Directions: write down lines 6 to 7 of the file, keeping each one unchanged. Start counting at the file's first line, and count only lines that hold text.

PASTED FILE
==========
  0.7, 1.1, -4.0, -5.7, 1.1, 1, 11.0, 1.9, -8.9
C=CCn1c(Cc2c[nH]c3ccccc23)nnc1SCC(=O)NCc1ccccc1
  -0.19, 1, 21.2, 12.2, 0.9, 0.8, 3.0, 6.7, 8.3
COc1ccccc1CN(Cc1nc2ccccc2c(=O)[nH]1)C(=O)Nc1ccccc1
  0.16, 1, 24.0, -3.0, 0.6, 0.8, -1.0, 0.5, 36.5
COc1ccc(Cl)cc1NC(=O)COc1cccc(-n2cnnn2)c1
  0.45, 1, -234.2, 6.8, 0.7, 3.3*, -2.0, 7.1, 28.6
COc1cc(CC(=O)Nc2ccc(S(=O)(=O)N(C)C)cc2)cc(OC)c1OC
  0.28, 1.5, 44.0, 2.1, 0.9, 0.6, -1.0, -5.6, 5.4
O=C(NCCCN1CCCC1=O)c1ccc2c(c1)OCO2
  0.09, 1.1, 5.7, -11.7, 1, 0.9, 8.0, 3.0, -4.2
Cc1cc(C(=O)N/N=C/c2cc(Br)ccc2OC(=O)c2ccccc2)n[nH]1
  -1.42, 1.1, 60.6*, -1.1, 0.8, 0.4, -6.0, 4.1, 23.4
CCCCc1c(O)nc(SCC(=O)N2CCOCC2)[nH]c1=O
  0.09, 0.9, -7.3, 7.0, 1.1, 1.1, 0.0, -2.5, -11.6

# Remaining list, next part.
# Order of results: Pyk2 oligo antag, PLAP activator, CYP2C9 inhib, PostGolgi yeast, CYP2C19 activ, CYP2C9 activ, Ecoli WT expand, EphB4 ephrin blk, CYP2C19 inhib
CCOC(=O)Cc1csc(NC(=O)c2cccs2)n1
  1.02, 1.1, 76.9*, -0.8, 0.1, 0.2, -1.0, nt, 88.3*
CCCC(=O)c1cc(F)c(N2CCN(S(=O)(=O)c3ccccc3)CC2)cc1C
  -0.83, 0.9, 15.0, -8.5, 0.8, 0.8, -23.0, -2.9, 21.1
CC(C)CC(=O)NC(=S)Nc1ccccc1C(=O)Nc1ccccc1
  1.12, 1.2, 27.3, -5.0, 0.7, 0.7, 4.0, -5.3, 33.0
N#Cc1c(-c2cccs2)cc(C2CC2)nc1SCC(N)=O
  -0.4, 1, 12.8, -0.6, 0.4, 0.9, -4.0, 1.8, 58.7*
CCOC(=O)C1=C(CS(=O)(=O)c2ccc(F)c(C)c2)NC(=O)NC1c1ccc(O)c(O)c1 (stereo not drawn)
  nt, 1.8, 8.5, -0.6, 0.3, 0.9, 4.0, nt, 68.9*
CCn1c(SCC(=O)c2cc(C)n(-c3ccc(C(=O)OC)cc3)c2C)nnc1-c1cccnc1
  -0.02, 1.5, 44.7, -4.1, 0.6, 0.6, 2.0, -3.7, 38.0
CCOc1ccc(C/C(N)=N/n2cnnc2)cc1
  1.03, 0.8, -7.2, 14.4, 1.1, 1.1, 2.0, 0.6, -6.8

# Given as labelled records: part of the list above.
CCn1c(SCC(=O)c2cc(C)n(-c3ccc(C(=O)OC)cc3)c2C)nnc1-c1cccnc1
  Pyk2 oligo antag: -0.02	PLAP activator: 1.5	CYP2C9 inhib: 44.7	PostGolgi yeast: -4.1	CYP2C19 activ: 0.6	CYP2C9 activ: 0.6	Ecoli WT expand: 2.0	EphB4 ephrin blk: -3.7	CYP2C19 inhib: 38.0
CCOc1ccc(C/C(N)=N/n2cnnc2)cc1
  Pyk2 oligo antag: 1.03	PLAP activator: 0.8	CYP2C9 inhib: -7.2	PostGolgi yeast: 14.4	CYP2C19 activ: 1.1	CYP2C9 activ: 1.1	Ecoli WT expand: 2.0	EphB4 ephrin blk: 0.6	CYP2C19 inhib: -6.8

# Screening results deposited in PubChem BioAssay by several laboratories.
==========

COc1ccc(Cl)cc1NC(=O)COc1cccc(-n2cnnn2)c1
  0.45, 1, -234.2, 6.8, 0.7, 3.3*, -2.0, 7.1, 28.6